Open Access Review Article

Impact of Chronic Periodontitis on Systemic Conditions: A Review

R. Saranyan, B. Manovijay, K. Priya, D. Jayachandran, Balaji Babu, C. Sajini Raj

Asian Journal of Medicine and Health, Page 1-10
DOI: 10.9734/AJMAH/2017/38511

The oral cavity might well be thought of as the window of the human body due to the extent of the inflammatory burden caused by periodontal disease. This can influence systemic diseases with a similar inflammatory pathology and vice versa, raising the relevance regarding periodontal and systemic health affecting each other. The interrelationship between periodontal disease and systemic health has been a matter of debate since ancient times. A theory of focal infection states that the oral pathogens had the capability to either directly enter or release their toxic products into the systemic circulation. Recent evidence reveals that we need to change our thought about the etiology and pathogenesis of periodontal disease. Although bacteria are a necessary factor in the equation, the reaction of the host’s immuno-inflammatory system is responsible for most of the destruction found in periodontal disease. Thus, it makes sense that a number of environmental and acquired factors may modify a patient’s risk of developing periodontal disease. Since oral health has a significant influence on the final prognosis of a number of systemic disorders, it is essential that we understand the underlying pathophysiology linking oral health to systemic health.

Open Access Original Research Article

Comparative Spatial Distribution of Five Infectious Diseases in Ghana

Sylvester D. Nyadanu, Harry Tagbor, Timothy Adampah, Derek N. Nawumbeni

Asian Journal of Medicine and Health, Page 1-14
DOI: 10.9734/AJMAH/2017/37139

Aims: To use exploratory geo-health informatics in probing if there are spatial homogeneities in the incidence rates and spatial co-distribution or interactions within the five commonly reported infectious diseases in Ghana.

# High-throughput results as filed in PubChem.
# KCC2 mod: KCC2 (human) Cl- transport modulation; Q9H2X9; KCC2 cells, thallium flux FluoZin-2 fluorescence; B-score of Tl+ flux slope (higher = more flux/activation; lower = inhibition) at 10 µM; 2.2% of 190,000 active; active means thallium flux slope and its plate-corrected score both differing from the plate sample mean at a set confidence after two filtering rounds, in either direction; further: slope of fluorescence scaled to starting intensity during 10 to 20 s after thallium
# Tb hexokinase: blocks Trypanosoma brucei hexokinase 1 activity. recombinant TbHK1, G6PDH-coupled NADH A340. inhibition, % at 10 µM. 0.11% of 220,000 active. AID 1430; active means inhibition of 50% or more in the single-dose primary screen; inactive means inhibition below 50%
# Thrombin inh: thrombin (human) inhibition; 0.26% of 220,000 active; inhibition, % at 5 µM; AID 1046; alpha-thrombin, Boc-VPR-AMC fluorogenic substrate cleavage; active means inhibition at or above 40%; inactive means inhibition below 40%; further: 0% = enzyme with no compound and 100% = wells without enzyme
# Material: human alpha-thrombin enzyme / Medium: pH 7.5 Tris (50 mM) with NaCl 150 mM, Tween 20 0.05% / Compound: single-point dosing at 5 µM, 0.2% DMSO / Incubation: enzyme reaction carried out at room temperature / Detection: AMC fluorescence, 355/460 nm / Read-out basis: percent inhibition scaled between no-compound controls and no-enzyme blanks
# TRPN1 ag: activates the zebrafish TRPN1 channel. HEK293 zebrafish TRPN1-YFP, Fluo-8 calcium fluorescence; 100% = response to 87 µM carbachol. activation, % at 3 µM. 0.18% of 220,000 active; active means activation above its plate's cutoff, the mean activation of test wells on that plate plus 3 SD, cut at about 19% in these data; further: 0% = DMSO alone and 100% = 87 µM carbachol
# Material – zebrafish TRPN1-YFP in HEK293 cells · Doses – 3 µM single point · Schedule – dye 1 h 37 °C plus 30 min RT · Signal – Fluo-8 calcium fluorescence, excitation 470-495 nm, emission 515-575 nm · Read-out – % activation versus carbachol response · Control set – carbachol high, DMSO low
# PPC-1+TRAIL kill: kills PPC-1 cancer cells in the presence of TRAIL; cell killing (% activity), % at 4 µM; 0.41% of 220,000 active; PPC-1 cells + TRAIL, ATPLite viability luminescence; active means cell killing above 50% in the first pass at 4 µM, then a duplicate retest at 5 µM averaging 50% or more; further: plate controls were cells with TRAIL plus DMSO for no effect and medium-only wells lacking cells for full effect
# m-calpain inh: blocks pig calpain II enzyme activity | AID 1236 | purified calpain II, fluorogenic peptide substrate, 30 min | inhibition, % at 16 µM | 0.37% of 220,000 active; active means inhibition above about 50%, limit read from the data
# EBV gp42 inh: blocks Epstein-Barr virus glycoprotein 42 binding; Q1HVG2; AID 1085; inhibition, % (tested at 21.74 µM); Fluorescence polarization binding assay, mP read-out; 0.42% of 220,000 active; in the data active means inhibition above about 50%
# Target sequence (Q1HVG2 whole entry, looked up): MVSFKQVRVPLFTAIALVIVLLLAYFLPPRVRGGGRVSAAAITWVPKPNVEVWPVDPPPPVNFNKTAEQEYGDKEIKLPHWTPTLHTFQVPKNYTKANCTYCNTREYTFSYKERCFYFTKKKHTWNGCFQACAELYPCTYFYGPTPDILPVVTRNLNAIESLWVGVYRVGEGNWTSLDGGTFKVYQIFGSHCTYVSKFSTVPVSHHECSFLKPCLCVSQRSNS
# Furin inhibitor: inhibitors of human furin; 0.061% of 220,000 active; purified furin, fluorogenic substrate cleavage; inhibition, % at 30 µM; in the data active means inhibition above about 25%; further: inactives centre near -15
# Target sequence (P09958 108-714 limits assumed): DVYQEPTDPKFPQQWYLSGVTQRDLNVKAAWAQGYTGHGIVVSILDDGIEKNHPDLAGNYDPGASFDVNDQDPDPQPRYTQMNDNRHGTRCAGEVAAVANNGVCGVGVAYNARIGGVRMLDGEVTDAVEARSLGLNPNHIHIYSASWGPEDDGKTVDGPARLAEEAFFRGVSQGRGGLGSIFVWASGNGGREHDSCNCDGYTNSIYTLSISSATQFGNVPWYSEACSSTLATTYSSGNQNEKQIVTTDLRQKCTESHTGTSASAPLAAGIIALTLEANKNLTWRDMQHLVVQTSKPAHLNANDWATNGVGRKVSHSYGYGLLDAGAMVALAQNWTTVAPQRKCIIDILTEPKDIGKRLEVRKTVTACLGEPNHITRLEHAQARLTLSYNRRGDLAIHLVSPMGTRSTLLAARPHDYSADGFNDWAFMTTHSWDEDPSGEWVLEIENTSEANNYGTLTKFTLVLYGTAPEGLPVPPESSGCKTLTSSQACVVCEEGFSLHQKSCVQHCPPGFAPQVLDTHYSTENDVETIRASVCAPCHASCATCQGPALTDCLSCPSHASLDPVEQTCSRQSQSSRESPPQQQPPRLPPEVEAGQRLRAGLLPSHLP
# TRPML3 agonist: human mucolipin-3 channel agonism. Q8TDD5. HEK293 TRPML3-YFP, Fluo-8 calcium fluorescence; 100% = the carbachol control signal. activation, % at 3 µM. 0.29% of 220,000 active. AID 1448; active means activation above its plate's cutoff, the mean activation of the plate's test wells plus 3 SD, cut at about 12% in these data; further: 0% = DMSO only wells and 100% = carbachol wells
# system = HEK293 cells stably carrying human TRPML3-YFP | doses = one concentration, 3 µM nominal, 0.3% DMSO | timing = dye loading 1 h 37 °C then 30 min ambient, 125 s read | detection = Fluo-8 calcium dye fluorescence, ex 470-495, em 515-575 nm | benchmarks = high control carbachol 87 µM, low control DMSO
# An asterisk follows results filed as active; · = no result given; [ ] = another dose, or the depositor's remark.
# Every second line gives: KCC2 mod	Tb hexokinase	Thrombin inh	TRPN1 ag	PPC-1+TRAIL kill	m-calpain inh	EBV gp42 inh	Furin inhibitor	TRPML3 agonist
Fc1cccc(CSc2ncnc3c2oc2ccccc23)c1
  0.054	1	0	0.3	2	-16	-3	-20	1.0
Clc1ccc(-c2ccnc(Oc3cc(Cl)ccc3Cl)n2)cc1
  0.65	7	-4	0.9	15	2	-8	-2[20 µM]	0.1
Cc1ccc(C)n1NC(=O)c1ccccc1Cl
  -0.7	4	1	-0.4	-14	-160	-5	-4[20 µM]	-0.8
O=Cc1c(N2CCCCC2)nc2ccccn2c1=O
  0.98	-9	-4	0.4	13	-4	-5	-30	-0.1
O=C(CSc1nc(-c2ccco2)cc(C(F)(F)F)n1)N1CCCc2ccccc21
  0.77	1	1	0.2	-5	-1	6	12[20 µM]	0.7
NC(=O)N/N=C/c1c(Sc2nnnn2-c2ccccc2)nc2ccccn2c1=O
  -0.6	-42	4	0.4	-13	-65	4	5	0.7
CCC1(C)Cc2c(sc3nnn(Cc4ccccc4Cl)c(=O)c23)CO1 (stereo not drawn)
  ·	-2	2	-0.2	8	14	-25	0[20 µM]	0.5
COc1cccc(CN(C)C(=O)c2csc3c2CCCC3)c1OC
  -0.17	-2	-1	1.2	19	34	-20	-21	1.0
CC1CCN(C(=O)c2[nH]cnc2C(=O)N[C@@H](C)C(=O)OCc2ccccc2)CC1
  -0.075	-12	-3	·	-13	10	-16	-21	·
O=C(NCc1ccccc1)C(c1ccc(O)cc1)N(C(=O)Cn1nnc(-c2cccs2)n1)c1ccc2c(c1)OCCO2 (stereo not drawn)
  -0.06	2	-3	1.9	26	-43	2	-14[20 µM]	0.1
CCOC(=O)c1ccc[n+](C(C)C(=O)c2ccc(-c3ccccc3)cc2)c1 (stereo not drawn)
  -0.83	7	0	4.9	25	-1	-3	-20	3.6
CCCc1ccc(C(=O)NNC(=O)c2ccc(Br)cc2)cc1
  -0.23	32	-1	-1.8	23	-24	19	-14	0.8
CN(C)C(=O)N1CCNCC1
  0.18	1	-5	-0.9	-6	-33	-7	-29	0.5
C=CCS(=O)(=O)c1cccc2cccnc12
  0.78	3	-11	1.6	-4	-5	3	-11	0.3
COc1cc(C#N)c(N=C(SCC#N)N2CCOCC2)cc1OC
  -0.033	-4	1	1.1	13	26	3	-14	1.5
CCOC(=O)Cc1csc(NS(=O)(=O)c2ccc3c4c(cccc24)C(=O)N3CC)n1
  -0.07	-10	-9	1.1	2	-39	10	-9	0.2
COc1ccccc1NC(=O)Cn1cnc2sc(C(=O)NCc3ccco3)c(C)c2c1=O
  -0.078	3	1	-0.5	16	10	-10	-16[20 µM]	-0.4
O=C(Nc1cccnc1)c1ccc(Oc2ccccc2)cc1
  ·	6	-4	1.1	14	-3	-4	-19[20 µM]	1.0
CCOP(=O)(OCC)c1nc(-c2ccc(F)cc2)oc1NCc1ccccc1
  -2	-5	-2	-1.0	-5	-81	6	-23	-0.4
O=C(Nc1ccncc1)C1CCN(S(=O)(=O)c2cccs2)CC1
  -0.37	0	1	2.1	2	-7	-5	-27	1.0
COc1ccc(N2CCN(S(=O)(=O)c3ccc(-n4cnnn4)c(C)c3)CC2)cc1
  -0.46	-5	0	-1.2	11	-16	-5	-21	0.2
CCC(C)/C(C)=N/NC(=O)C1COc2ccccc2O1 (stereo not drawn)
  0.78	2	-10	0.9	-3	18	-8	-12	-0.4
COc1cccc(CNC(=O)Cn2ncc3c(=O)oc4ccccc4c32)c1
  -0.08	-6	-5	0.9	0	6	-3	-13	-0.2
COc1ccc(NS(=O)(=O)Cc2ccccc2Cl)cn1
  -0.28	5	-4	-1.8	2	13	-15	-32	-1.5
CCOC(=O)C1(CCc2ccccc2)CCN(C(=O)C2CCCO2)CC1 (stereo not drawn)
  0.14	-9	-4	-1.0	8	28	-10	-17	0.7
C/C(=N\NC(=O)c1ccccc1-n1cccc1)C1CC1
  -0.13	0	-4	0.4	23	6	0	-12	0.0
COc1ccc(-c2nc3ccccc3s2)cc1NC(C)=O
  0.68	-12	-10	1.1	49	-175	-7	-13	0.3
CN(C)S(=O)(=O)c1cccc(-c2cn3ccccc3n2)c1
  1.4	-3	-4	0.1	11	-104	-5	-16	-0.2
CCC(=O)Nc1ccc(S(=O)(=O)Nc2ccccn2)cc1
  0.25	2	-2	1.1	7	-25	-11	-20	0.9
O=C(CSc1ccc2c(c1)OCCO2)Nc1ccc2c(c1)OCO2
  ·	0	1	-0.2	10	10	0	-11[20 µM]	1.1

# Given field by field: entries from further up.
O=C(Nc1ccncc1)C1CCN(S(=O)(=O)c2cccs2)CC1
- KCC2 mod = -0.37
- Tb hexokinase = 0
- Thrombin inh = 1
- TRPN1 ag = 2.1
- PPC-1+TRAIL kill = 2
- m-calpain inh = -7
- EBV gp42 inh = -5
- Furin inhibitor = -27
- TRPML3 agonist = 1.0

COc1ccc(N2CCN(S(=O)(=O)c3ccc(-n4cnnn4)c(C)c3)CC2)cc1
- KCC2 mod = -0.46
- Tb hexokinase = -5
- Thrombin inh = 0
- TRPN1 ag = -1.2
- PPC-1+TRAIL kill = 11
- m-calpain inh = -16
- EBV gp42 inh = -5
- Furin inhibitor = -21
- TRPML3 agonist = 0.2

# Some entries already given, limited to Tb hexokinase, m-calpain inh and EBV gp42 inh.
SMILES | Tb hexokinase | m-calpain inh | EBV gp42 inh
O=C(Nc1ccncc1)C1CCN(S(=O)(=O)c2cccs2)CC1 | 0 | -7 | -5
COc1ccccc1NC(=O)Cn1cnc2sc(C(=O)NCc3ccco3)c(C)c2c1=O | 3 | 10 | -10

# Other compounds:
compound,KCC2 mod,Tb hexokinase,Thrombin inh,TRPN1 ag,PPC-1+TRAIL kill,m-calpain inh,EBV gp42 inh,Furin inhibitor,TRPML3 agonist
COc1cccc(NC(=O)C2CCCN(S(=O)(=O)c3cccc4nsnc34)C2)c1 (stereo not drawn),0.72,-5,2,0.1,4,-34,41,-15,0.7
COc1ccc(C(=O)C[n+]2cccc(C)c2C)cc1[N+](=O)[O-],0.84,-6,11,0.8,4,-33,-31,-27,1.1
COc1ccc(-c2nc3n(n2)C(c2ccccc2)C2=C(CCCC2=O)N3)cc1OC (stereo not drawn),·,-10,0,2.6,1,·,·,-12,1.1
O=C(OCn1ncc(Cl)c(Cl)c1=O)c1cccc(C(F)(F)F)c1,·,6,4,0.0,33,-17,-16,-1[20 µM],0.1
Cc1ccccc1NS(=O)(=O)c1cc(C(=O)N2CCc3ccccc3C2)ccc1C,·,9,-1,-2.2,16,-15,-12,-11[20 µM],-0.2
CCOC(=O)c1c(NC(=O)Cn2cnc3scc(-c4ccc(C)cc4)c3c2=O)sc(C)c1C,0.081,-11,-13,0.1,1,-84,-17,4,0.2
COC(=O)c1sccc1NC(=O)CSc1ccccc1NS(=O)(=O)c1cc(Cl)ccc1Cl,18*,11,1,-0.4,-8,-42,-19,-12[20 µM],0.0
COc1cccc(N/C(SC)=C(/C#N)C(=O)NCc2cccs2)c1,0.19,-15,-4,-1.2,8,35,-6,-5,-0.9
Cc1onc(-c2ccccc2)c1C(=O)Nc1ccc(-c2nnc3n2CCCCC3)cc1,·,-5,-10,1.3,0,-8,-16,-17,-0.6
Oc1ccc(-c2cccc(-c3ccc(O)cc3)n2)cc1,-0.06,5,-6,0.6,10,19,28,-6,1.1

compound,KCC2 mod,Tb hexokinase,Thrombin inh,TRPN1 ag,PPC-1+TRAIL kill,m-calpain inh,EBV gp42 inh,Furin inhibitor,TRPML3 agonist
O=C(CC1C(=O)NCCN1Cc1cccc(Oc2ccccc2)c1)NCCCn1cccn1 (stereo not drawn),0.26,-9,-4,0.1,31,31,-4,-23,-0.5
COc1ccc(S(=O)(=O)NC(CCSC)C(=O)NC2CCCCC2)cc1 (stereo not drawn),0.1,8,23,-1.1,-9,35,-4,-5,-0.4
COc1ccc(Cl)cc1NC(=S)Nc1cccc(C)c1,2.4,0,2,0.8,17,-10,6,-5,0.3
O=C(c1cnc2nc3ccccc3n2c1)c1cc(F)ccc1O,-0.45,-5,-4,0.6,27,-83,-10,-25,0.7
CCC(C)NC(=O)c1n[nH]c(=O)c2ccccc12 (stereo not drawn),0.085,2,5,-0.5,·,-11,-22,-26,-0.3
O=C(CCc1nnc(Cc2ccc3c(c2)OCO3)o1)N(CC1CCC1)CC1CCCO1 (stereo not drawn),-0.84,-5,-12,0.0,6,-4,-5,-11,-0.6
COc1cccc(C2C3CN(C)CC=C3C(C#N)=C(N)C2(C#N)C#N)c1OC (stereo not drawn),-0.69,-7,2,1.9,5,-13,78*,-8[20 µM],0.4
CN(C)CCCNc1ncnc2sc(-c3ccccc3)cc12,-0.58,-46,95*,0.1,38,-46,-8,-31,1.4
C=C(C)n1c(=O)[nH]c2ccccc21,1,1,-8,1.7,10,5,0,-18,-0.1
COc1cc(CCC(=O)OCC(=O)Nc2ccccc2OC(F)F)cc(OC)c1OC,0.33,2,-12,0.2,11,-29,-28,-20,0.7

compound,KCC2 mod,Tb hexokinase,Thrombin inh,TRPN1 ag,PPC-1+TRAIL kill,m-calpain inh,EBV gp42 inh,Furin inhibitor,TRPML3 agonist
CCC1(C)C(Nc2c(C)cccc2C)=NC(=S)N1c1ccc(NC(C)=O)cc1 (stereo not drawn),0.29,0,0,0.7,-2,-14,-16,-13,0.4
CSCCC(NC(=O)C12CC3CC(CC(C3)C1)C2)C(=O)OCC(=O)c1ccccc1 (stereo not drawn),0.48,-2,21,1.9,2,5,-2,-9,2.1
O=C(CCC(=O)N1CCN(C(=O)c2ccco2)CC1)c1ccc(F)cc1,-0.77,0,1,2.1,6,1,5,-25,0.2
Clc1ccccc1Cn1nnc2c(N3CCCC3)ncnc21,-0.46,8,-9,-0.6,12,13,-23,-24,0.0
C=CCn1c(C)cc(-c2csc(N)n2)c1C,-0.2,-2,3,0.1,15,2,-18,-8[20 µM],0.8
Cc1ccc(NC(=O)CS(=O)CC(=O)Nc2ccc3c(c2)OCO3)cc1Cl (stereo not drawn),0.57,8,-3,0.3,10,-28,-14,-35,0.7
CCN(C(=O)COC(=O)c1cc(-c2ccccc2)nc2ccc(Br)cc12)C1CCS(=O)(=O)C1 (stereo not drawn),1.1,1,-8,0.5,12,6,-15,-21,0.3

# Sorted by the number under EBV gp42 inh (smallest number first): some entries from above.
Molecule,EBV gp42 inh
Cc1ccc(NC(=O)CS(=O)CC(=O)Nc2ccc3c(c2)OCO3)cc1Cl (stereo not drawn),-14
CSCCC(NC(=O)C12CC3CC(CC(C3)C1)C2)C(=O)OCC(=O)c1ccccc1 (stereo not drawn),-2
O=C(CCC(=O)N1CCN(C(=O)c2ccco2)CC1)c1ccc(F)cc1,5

Study Design: Ecological study design was employed.

Place and Duration of Study: District-level reported cases of the five commonly reported infectious diseases in Ghana for the periods 2010 to 2014 inclusive.

Methodology: A geo-relational database for at-risk population and disease morbidities was created using ArGIS 10.1 for the 170 districts in Ghana. The incidence rates were computed and spatially standardised with empirical Bayesian smoothening. The spatial analyses of disease mapping, followed by spatial pattern and cluster-outlier analyses with global and local spatial autocorrelations were performed. Disease interactions were also evaluated with Pearson correlation and Moran's I bivariate analyses.

Results: The results from the Bayesian smoothed maps, global and local Moran's indices suggested existence of statistically significant spatial variations in the incidences of Malaria (P =0.00), Diarrhoea (P =0.04), Typhoid fever (P = 0.00) and Intestinal worms infestation (P = 0.00) with positive Moran's I in the country with pockets of elevated rates in some locations. The Upper Respiratory Tract Infection (URTI), however, was not significant (P = 0.35). The magnitude of the z-statistics, indicating the increasing intensity of spatial clustering among the five diseases was URTI (z = -0.94), Diarrhoea (z = 2.10), Typhoid fever (z = 3.03), Malaria (z = 3.60) and Intestinal worms (z = 6.91). The number of disease-specific hotspot areas detected were 4 for Malaria, 8 each for URTI and Diarrhoea, 9 for Typhoid fever and 12 for Intestinal worms. Bivariate analyses of Pearson correlation and Moran's index established significant positive disease interactions between the incidences over space. The spatial disease interactions or co-distributions with positive Moran's indices were very strong in Malaria-URTI (r=0.53), Malaria-Diarrhoea (r= 0.56), URTI-Intestinal worms (r= 0.57), and strongest co-distribution was observed in Diarrhoea-URTI (r=0.83).